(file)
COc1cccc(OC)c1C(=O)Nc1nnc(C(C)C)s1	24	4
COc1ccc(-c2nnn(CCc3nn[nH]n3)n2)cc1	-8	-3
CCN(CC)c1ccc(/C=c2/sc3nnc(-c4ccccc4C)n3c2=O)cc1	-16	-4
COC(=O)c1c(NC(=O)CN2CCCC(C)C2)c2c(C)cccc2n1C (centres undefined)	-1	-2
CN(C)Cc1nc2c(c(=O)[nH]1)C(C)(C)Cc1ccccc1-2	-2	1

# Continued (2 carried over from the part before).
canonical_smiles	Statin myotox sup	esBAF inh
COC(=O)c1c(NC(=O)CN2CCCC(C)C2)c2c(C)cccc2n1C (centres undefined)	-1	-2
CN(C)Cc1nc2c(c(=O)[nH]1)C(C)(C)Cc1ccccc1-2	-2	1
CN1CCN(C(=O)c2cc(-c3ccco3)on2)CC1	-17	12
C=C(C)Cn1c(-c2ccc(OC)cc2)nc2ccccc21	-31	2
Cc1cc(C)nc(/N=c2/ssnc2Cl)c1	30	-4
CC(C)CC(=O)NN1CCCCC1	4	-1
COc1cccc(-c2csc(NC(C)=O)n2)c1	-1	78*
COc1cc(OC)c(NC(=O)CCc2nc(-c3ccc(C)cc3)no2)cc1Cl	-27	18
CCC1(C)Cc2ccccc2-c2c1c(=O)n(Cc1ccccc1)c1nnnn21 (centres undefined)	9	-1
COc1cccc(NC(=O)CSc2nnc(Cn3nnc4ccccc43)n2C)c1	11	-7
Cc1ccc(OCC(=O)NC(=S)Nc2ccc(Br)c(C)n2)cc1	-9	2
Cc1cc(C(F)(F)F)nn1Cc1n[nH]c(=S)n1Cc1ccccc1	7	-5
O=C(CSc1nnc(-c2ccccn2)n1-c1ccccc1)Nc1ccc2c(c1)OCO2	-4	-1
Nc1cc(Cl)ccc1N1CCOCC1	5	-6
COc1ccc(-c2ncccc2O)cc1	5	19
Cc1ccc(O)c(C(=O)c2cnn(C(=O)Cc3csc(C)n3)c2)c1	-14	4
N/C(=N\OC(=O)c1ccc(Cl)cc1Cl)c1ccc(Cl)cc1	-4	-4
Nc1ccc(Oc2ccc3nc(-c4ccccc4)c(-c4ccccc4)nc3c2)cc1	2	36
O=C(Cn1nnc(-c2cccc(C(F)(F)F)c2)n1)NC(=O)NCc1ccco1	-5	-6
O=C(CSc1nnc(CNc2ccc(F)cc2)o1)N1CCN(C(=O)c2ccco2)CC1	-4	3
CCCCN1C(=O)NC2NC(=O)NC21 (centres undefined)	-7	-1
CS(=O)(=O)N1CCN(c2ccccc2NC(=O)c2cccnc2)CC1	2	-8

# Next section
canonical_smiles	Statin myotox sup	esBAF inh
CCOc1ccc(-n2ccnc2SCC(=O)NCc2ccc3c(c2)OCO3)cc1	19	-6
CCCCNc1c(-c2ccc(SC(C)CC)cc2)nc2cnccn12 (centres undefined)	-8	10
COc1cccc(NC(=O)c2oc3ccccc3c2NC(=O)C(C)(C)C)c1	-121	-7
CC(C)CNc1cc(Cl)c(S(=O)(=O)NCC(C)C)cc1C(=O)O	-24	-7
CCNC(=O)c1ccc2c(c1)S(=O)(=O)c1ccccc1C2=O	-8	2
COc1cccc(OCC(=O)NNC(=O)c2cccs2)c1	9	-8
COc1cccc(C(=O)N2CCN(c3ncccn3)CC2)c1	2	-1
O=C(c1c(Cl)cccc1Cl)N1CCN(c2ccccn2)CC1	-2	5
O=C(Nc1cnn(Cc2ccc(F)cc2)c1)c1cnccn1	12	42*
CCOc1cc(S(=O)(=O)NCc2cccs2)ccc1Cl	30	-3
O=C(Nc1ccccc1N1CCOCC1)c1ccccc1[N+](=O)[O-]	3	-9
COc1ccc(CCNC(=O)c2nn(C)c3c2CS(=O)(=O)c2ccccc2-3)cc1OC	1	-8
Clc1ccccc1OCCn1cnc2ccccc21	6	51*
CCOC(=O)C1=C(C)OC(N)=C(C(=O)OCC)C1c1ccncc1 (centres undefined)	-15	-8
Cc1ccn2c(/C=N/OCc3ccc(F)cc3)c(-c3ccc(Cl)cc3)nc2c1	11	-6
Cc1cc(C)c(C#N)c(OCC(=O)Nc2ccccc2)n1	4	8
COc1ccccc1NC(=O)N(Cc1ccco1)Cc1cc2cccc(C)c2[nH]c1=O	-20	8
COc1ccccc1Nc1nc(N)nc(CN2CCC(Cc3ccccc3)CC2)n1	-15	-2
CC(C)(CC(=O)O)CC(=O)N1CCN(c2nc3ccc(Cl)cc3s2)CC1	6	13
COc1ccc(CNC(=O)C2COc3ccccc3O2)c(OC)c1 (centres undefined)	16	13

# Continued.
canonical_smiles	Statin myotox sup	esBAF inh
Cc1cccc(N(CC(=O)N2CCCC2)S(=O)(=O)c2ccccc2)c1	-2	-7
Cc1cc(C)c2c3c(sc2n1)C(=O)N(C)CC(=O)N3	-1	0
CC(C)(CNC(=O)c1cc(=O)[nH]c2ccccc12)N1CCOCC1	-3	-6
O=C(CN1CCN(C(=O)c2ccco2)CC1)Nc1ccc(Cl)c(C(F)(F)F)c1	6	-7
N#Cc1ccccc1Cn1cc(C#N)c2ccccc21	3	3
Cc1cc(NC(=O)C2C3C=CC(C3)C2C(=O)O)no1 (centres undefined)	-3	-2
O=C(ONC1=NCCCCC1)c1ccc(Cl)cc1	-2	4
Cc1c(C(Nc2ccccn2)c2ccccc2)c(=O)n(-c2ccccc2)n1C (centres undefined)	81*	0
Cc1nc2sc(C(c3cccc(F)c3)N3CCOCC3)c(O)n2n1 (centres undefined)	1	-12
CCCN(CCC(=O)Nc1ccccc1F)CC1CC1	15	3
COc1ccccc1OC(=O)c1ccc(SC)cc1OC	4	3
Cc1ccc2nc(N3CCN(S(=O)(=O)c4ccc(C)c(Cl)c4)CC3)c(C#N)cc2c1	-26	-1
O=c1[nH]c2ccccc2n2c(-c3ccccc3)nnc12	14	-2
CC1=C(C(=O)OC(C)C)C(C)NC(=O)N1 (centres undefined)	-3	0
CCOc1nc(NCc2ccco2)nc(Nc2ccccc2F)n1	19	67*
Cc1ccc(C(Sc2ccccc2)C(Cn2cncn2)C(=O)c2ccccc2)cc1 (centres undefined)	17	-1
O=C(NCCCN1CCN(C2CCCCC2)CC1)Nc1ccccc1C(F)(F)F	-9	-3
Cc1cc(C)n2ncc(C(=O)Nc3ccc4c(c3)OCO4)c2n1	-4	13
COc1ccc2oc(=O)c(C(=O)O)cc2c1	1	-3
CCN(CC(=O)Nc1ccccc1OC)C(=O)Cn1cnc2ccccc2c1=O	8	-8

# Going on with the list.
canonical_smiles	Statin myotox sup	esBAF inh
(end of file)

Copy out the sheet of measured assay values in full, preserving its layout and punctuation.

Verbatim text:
COc1cccc(OC)c1C(=O)Nc1nnc(C(C)C)s1	24	4
COc1ccc(-c2nnn(CCc3nn[nH]n3)n2)cc1	-8	-3
CCN(CC)c1ccc(/C=c2/sc3nnc(-c4ccccc4C)n3c2=O)cc1	-16	-4
COC(=O)c1c(NC(=O)CN2CCCC(C)C2)c2c(C)cccc2n1C (centres undefined)	-1	-2
CN(C)Cc1nc2c(c(=O)[nH]1)C(C)(C)Cc1ccccc1-2	-2	1

# Continued (2 carried over from the part before).
canonical_smiles	Statin myotox sup	esBAF inh
COC(=O)c1c(NC(=O)CN2CCCC(C)C2)c2c(C)cccc2n1C (centres undefined)	-1	-2
CN(C)Cc1nc2c(c(=O)[nH]1)C(C)(C)Cc1ccccc1-2	-2	1
CN1CCN(C(=O)c2cc(-c3ccco3)on2)CC1	-17	12
C=C(C)Cn1c(-c2ccc(OC)cc2)nc2ccccc21	-31	2
Cc1cc(C)nc(/N=c2/ssnc2Cl)c1	30	-4
CC(C)CC(=O)NN1CCCCC1	4	-1
COc1cccc(-c2csc(NC(C)=O)n2)c1	-1	78*
COc1cc(OC)c(NC(=O)CCc2nc(-c3ccc(C)cc3)no2)cc1Cl	-27	18
CCC1(C)Cc2ccccc2-c2c1c(=O)n(Cc1ccccc1)c1nnnn21 (centres undefined)	9	-1
COc1cccc(NC(=O)CSc2nnc(Cn3nnc4ccccc43)n2C)c1	11	-7
Cc1ccc(OCC(=O)NC(=S)Nc2ccc(Br)c(C)n2)cc1	-9	2
Cc1cc(C(F)(F)F)nn1Cc1n[nH]c(=S)n1Cc1ccccc1	7	-5
O=C(CSc1nnc(-c2ccccn2)n1-c1ccccc1)Nc1ccc2c(c1)OCO2	-4	-1
Nc1cc(Cl)ccc1N1CCOCC1	5	-6
COc1ccc(-c2ncccc2O)cc1	5	19
Cc1ccc(O)c(C(=O)c2cnn(C(=O)Cc3csc(C)n3)c2)c1	-14	4
N/C(=N\OC(=O)c1ccc(Cl)cc1Cl)c1ccc(Cl)cc1	-4	-4
Nc1ccc(Oc2ccc3nc(-c4ccccc4)c(-c4ccccc4)nc3c2)cc1	2	36
O=C(Cn1nnc(-c2cccc(C(F)(F)F)c2)n1)NC(=O)NCc1ccco1	-5	-6
O=C(CSc1nnc(CNc2ccc(F)cc2)o1)N1CCN(C(=O)c2ccco2)CC1	-4	3
CCCCN1C(=O)NC2NC(=O)NC21 (centres undefined)	-7	-1
CS(=O)(=O)N1CCN(c2ccccc2NC(=O)c2cccnc2)CC1	2	-8

# Next section
canonical_smiles	Statin myotox sup	esBAF inh
CCOc1ccc(-n2ccnc2SCC(=O)NCc2ccc3c(c2)OCO3)cc1	19	-6
CCCCNc1c(-c2ccc(SC(C)CC)cc2)nc2cnccn12 (centres undefined)	-8	10
COc1cccc(NC(=O)c2oc3ccccc3c2NC(=O)C(C)(C)C)c1	-121	-7
CC(C)CNc1cc(Cl)c(S(=O)(=O)NCC(C)C)cc1C(=O)O	-24	-7
CCNC(=O)c1ccc2c(c1)S(=O)(=O)c1ccccc1C2=O	-8	2
COc1cccc(OCC(=O)NNC(=O)c2cccs2)c1	9	-8
COc1cccc(C(=O)N2CCN(c3ncccn3)CC2)c1	2	-1
O=C(c1c(Cl)cccc1Cl)N1CCN(c2ccccn2)CC1	-2	5
O=C(Nc1cnn(Cc2ccc(F)cc2)c1)c1cnccn1	12	42*
CCOc1cc(S(=O)(=O)NCc2cccs2)ccc1Cl	30	-3
O=C(Nc1ccccc1N1CCOCC1)c1ccccc1[N+](=O)[O-]	3	-9
COc1ccc(CCNC(=O)c2nn(C)c3c2CS(=O)(=O)c2ccccc2-3)cc1OC	1	-8
Clc1ccccc1OCCn1cnc2ccccc21	6	51*
CCOC(=O)C1=C(C)OC(N)=C(C(=O)OCC)C1c1ccncc1 (centres undefined)	-15	-8
Cc1ccn2c(/C=N/OCc3ccc(F)cc3)c(-c3ccc(Cl)cc3)nc2c1	11	-6
Cc1cc(C)c(C#N)c(OCC(=O)Nc2ccccc2)n1	4	8
COc1ccccc1NC(=O)N(Cc1ccco1)Cc1cc2cccc(C)c2[nH]c1=O	-20	8
COc1ccccc1Nc1nc(N)nc(CN2CCC(Cc3ccccc3)CC2)n1	-15	-2
CC(C)(CC(=O)O)CC(=O)N1CCN(c2nc3ccc(Cl)cc3s2)CC1	6	13
COc1ccc(CNC(=O)C2COc3ccccc3O2)c(OC)c1 (centres undefined)	16	13

# Continued.
canonical_smiles	Statin myotox sup	esBAF inh
Cc1cccc(N(CC(=O)N2CCCC2)S(=O)(=O)c2ccccc2)c1	-2	-7
Cc1cc(C)c2c3c(sc2n1)C(=O)N(C)CC(=O)N3	-1	0
CC(C)(CNC(=O)c1cc(=O)[nH]c2ccccc12)N1CCOCC1	-3	-6
O=C(CN1CCN(C(=O)c2ccco2)CC1)Nc1ccc(Cl)c(C(F)(F)F)c1	6	-7
N#Cc1ccccc1Cn1cc(C#N)c2ccccc21	3	3
Cc1cc(NC(=O)C2C3C=CC(C3)C2C(=O)O)no1 (centres undefined)	-3	-2
O=C(ONC1=NCCCCC1)c1ccc(Cl)cc1	-2	4
Cc1c(C(Nc2ccccn2)c2ccccc2)c(=O)n(-c2ccccc2)n1C (centres undefined)	81*	0
Cc1nc2sc(C(c3cccc(F)c3)N3CCOCC3)c(O)n2n1 (centres undefined)	1	-12
CCCN(CCC(=O)Nc1ccccc1F)CC1CC1	15	3
COc1ccccc1OC(=O)c1ccc(SC)cc1OC	4	3
Cc1ccc2nc(N3CCN(S(=O)(=O)c4ccc(C)c(Cl)c4)CC3)c(C#N)cc2c1	-26	-1
O=c1[nH]c2ccccc2n2c(-c3ccccc3)nnc12	14	-2
CC1=C(C(=O)OC(C)C)C(C)NC(=O)N1 (centres undefined)	-3	0
CCOc1nc(NCc2ccco2)nc(Nc2ccccc2F)n1	19	67*
Cc1ccc(C(Sc2ccccc2)C(Cn2cncn2)C(=O)c2ccccc2)cc1 (centres undefined)	17	-1
O=C(NCCCN1CCN(C2CCCCC2)CC1)Nc1ccccc1C(F)(F)F	-9	-3
Cc1cc(C)n2ncc(C(=O)Nc3ccc4c(c3)OCO4)c2n1	-4	13
COc1ccc2oc(=O)c(C(=O)O)cc2c1	1	-3
CCN(CC(=O)Nc1ccccc1OC)C(=O)Cn1cnc2ccccc2c1=O	8	-8

# Going on with the list.
canonical_smiles	Statin myotox sup	esBAF inh